Source: World Bank WDI database.

11. Previous IMF TA missions have identified issues arising from the existing tax structure, particularly for indirect taxes. A summary of the key issues with the existing tax system is provided in the box below.

Issues with Existing Indirect Tax System

The problems that can potentially arise from the existing system of indirect taxes are as follows:

  • Cascading: Though there is an extensive system of exemptions in place to prevent cascading of POE taxes, but the exemptions are only partial. However, this is not considered to present a major issue as the effective import taxes paid by users of imported intermediate inputs such as hotels and restaurants appear to be quite low.

  • Protection: This can arise when goods taxed at POE also have domestic producers who are tax-exempt. For example, certain types of steel produced in Bhutan are exempt from tax but Indian imports are taxed at 10 percent, which is contrary to the free trade agreement with India.

  • Multiple tax rates: These can complicate tax administration by creating an incentive to misclassify goods. However, since in Bhutan’s case POE sales tax collections arise from the lower (5, 10 and 15 percent) rates, this risk is somewhat mitigated.

  • Narrow tax base: About one quarter of the value of imports are exempt from tax. Domestic value added is largely not taxed. Effective tax rates are estimated to be generally lower than the statutory rate in each slab.

  • Exemptions: The existing set of exemptions in place to remove POE taxes on inputs is incomplete. Traders do not receive exemptions, the definition of plant and machinery is restrictive, and not all raw material imports used by manufacturing units are exempted. In combination with non-taxation of domestically produced inputs, this can distort production decisions by altering relative prices, which should be avoided to preserve the productive efficiency of the economy.

D. Indirect Tax Reform

Reducing exemptions and tax holidays

12. Numerous exemptions and tax holidays are costly for Bhutan in terms of forgone revenue. According to the 2011/12 revenue report, the total fiscal cost of tax holidays and tax exemptions amounted to more than Nu. 3 billion, equivalent to more than one-fifth of total tax revenue in 2011/12 or 3 percent of GDP (Table 3). Among possible tax policy reforms available to policymakers, reducing the number of exemptions and targeting/rationalizing the list of tax holidays would be a good starting point.

Table 3.

Forgone Taxes

(In millions of Nu.)

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Source: National Revenue Report 2011–2012, Department of Revenue and Customs, Ministry of Finance, Royal Government of Bhutan.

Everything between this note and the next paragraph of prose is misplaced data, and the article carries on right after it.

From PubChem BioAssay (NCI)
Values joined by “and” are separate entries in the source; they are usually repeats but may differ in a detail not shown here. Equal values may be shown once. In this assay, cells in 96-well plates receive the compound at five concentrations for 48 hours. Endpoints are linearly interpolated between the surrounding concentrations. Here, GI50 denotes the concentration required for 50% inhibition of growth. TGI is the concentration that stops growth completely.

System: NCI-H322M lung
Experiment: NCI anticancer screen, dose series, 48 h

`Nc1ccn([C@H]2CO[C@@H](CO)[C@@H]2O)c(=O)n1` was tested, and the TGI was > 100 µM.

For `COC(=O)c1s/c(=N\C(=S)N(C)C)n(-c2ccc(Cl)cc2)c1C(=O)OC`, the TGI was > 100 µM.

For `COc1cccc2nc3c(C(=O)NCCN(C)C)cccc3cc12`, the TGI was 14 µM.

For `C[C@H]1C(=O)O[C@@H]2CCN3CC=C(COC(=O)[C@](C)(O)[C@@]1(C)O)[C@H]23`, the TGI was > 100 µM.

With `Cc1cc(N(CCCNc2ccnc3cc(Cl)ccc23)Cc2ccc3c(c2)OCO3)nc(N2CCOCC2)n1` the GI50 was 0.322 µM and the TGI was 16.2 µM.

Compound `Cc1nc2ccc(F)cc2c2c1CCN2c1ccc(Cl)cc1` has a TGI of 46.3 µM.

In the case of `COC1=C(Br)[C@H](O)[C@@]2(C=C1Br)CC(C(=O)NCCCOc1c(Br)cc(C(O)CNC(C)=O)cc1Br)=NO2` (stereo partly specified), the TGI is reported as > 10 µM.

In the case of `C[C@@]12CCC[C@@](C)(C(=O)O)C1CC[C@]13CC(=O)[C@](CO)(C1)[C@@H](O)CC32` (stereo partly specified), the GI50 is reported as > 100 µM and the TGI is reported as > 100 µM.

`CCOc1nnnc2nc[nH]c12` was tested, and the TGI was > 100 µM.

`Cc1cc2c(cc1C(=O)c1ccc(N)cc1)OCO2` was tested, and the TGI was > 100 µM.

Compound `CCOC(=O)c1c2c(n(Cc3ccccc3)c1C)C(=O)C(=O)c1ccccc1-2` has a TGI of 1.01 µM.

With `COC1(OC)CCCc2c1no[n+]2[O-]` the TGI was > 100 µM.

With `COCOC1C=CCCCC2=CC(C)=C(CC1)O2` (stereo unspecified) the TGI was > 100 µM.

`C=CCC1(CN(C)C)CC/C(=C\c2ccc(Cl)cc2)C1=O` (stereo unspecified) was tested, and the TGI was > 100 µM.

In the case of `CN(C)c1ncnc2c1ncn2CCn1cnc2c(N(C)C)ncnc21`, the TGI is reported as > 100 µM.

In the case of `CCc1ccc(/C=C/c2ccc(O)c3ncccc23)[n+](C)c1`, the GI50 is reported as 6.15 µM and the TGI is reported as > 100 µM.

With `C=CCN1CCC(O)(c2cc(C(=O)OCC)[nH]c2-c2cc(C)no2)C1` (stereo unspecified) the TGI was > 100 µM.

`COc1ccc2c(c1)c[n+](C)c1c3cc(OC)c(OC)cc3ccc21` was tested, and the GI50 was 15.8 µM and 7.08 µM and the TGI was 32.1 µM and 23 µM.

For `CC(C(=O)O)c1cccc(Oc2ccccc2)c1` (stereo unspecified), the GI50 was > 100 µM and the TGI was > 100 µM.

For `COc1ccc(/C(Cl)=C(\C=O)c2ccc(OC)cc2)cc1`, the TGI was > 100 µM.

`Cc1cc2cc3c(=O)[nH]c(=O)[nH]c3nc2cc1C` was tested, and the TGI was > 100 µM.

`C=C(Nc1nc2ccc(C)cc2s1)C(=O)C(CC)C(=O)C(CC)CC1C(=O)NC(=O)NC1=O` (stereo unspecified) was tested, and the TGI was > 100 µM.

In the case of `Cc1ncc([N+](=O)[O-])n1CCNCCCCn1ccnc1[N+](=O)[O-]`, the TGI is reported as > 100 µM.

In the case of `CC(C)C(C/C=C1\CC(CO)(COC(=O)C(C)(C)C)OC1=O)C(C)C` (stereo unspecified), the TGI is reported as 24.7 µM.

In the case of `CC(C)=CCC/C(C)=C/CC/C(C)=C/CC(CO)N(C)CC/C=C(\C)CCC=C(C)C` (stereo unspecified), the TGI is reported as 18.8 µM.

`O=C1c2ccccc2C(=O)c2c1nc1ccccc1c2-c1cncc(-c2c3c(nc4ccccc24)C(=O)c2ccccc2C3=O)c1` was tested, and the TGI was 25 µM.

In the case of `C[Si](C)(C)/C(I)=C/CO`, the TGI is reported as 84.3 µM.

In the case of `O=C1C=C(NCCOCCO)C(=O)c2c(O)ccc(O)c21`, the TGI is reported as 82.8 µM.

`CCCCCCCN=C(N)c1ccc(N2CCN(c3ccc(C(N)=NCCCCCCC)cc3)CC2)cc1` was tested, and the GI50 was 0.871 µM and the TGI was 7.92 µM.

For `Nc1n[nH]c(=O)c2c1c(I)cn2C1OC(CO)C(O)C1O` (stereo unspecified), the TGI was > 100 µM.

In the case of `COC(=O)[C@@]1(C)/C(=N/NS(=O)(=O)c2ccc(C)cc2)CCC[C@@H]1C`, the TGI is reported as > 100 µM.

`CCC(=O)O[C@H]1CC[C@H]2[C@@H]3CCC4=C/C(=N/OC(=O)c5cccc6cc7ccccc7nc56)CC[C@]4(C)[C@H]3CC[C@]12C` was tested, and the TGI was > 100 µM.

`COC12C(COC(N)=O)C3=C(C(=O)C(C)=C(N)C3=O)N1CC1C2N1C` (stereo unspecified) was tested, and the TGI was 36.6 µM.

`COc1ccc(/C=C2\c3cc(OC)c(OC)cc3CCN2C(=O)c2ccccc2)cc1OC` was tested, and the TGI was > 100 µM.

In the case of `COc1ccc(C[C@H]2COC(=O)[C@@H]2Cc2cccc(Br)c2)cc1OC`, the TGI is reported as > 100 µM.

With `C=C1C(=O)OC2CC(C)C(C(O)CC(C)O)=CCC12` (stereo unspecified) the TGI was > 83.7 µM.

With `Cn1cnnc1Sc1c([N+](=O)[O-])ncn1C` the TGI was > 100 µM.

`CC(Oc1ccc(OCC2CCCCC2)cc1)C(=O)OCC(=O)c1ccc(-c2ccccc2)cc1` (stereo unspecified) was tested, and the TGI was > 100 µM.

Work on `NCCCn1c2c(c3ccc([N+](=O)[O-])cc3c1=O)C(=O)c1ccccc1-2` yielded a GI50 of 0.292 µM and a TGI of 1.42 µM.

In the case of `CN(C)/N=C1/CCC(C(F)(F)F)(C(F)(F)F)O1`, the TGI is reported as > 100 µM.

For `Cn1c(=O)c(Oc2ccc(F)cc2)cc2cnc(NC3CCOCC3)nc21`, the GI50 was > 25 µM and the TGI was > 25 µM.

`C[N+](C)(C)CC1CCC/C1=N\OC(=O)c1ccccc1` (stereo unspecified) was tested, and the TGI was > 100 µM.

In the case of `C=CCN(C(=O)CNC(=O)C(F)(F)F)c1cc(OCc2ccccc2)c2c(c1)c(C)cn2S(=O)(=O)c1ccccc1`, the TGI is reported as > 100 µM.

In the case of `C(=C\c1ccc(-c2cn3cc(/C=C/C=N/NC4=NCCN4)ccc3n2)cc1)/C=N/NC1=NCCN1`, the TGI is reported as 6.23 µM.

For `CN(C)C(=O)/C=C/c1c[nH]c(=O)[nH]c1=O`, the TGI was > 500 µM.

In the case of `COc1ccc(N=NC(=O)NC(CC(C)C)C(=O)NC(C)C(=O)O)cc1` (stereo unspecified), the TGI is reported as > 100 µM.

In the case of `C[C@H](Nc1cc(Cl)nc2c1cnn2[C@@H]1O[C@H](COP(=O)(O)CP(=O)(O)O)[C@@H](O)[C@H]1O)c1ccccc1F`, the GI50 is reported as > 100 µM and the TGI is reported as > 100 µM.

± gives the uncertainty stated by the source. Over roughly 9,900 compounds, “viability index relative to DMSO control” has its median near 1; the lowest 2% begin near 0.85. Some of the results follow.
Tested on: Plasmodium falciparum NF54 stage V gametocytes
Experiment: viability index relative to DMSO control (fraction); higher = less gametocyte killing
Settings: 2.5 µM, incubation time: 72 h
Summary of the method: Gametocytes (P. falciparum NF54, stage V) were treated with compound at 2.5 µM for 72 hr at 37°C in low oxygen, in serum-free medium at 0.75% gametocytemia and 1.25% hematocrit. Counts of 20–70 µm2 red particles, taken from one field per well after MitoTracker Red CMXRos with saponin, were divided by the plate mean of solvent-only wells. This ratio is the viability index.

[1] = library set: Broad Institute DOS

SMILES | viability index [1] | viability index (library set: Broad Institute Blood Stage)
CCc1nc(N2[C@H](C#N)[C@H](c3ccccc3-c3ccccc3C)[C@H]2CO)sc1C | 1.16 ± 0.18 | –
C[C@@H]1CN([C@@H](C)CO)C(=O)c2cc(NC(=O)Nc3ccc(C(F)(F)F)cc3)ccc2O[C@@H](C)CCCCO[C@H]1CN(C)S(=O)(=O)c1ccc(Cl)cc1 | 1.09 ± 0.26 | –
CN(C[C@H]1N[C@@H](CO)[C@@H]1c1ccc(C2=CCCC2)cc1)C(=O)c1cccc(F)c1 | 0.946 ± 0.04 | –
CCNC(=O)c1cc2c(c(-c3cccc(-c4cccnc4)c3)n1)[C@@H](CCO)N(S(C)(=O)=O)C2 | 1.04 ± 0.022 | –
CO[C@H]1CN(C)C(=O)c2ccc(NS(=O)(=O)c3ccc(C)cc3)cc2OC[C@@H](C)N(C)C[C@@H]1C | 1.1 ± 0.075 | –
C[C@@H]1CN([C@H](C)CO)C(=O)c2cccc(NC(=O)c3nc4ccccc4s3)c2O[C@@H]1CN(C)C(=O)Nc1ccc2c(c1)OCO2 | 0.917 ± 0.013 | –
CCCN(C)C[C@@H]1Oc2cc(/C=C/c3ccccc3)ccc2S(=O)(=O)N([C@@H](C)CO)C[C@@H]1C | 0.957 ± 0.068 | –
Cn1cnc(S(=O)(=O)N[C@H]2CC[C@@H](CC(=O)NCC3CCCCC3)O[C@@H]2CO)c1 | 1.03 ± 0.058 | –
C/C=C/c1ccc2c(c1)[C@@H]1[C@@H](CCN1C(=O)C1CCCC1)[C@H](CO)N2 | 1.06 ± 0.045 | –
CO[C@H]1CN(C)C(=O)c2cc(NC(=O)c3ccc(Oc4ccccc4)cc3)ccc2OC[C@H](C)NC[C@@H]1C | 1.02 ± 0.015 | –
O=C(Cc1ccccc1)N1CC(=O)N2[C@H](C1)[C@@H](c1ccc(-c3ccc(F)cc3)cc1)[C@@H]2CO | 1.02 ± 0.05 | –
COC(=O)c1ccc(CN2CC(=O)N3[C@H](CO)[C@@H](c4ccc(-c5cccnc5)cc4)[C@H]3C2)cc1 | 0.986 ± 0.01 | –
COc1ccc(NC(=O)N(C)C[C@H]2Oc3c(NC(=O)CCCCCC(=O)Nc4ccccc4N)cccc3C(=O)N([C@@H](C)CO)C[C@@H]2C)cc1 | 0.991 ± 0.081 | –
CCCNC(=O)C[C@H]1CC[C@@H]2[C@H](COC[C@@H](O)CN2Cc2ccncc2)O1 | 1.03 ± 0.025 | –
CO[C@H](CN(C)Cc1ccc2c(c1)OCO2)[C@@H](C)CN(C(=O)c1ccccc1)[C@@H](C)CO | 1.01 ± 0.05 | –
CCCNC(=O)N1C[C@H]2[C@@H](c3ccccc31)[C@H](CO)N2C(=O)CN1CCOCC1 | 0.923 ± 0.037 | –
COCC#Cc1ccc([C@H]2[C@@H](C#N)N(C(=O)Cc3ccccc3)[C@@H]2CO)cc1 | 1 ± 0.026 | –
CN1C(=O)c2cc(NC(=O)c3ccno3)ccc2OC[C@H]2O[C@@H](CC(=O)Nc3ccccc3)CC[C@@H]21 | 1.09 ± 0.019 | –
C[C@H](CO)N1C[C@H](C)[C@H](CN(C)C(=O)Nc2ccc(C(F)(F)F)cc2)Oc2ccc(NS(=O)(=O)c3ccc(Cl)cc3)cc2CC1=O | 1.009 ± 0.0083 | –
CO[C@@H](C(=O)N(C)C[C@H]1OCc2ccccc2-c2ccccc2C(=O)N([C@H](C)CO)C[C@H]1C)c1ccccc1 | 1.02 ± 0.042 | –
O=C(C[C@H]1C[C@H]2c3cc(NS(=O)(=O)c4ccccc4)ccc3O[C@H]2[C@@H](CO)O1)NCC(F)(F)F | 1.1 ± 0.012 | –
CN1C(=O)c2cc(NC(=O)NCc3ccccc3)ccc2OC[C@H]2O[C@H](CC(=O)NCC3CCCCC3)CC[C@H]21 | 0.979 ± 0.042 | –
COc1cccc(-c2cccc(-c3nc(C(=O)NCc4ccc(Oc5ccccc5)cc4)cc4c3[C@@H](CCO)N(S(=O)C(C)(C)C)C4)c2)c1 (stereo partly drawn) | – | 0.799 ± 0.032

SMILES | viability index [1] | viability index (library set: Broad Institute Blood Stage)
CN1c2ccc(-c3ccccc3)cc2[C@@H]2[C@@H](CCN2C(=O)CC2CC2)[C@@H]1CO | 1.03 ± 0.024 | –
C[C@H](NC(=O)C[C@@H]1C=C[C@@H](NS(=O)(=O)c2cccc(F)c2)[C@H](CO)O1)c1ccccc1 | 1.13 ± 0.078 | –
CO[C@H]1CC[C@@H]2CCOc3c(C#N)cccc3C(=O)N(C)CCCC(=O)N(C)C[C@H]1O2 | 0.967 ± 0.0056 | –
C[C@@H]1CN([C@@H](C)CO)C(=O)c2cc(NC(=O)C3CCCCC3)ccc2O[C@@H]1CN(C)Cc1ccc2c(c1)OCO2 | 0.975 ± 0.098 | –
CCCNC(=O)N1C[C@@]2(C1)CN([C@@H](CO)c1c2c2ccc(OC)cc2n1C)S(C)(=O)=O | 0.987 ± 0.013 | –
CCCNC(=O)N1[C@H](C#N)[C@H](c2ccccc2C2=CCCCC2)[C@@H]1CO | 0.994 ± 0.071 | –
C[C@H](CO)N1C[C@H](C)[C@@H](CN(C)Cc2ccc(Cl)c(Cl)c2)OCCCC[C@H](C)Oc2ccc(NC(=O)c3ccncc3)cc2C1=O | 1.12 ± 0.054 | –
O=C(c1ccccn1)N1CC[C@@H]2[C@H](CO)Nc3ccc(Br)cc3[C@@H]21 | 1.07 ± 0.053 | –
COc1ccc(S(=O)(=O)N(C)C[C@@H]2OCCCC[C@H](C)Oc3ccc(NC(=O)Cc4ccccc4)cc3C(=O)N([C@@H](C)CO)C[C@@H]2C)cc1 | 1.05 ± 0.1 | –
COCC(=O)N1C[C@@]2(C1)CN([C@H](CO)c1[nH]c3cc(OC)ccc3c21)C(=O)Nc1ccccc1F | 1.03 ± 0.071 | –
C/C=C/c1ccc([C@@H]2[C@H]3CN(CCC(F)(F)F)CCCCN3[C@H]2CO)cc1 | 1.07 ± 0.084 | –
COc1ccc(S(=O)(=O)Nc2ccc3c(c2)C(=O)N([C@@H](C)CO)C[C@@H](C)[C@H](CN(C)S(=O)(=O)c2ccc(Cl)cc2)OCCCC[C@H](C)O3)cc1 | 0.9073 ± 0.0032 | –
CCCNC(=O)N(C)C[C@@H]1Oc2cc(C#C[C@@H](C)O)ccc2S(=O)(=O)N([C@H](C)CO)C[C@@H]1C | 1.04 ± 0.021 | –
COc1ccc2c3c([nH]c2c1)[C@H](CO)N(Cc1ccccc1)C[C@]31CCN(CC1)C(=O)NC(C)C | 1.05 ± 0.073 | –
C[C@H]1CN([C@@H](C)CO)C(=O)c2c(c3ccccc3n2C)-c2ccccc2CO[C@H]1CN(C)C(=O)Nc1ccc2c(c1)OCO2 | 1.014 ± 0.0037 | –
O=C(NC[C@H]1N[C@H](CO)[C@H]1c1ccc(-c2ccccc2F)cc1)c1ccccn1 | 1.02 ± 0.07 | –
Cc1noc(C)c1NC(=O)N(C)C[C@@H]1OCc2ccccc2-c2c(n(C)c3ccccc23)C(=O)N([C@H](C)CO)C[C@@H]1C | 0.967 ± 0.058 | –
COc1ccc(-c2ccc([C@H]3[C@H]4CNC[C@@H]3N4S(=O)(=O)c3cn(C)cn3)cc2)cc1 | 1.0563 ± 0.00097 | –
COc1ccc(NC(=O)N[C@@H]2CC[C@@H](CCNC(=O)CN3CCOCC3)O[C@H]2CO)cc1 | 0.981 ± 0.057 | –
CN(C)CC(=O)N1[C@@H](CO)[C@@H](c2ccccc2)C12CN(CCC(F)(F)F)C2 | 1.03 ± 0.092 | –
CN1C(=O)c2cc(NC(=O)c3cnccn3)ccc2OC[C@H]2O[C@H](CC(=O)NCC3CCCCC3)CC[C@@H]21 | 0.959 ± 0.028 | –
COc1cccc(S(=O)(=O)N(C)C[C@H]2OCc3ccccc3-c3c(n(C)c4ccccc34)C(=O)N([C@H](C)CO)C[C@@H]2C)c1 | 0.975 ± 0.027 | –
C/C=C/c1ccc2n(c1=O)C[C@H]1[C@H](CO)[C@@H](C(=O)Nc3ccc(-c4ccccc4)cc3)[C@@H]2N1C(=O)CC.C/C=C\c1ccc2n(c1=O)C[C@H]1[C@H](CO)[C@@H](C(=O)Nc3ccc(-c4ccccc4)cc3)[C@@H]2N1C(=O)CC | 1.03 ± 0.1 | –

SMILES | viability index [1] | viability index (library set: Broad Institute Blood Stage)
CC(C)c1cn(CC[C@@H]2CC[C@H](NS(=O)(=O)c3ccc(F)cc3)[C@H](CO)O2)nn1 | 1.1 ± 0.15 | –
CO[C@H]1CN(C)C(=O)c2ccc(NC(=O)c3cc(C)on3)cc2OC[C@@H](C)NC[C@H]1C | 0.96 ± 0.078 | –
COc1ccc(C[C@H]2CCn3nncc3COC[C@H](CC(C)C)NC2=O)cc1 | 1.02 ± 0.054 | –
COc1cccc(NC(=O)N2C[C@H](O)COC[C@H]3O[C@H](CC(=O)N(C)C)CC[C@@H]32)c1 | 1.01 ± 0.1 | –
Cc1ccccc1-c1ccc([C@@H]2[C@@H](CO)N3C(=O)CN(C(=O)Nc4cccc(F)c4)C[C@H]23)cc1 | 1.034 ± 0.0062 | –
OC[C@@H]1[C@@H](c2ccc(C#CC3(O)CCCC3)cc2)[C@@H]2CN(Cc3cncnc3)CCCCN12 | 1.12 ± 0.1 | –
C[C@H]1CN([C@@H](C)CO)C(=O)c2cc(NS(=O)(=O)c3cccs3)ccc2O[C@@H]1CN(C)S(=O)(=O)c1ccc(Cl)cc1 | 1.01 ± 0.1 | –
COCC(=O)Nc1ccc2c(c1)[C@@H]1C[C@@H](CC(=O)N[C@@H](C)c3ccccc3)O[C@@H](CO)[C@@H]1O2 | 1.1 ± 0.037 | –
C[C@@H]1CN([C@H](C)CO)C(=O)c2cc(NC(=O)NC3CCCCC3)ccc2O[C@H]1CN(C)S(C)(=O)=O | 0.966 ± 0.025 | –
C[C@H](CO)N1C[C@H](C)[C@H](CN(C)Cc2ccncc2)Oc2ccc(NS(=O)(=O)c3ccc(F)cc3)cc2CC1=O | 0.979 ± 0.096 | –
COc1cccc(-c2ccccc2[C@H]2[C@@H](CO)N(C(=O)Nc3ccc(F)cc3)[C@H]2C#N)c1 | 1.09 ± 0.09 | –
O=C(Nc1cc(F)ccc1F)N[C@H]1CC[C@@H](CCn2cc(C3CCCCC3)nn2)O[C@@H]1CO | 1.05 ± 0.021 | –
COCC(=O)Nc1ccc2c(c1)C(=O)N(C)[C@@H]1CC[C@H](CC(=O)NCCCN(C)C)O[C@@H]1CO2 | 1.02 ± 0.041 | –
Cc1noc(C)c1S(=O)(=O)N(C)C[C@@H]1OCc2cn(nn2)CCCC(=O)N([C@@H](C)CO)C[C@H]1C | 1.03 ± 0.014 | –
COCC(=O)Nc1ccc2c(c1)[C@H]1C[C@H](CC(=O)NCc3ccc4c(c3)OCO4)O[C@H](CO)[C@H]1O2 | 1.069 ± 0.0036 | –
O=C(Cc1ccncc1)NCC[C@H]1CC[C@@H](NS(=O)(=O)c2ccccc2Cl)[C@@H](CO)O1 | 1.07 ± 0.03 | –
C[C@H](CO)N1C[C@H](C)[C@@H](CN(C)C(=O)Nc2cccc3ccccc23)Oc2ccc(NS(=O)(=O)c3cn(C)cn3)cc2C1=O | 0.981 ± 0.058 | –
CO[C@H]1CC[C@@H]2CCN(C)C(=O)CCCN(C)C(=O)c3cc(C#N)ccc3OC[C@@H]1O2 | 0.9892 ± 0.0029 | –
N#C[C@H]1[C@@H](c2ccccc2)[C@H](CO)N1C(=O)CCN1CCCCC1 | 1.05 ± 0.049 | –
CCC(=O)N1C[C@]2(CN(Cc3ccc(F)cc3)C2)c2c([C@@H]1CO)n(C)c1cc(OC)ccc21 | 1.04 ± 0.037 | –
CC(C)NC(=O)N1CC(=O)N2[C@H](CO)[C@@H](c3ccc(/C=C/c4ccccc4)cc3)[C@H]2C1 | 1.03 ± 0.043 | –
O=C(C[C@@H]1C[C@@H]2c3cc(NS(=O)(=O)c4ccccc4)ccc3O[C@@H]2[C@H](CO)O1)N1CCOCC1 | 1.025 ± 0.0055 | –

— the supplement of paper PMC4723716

The introduction of a VAT

13. In addition to reducing exemptions and other improvements to the existing system of indirect taxation (e.g. narrowing the range of POE sales tax rates and expanding the POS tax base), Bhutan should aim for a deeper overhaul of the existing tax system by introducing the VAT. Previous Fund TA has recommended the introduction of the VAT set at a low rate in of around 10 percent, with a high threshold7 (proposed at 2.5 million ngultrum), and limited exemptions (mainly limited to health and education sector), along with a few chosen excise taxes such as those imposed on alcohol.

14. Using national income accounts and budget data for 2010, staff estimates suggest that assuming a C-efficiency ratio8 in the region of 50–60 percent, a VAT rate of around 10–12 percent would be able to raise the entire indirect tax revenue collection in the same year. Moreover, it is likely that the such a rate would have a relatively small impact on prices (as most customs and sales tax collections occur in the 5–15 percent bracket), and such a rate would be competitive in the region given that most countries in the Asia Pacific region apply VAT rates ranging between 5–17 percent, at an average of just over 11 percent.9

15. The choice of a threshold reflects the important trade-off between revenues and administrative costs. Too high a threshold would compromise revenue collections though having lower administrative costs, whereas too low a threshold may make the VAT system too cumbersome to enforce and implement. Moreover, threshold setting can have important effects on firms’ incentives to reveal their true size or break up firm activity into multiple firms of smaller size in an effort to minimize taxes.

16. Based on available data on CIT and BIT paying firms, a threshold of 2.5 million ngultrum would bring all CIT filers within the purview of VAT. While the smallest 60 percent of BIT filers (57.5 percent of all CIT and BIT filers) would be below the threshold, these account for only around 2.5 percent of total revenue generated by all CIT and BIT filers. Thus, significant scope may exist for savings on administrative costs without sacrificing too much revenue.

17. The introduction of a modern VAT system could confer several benefits for Bhutan, including: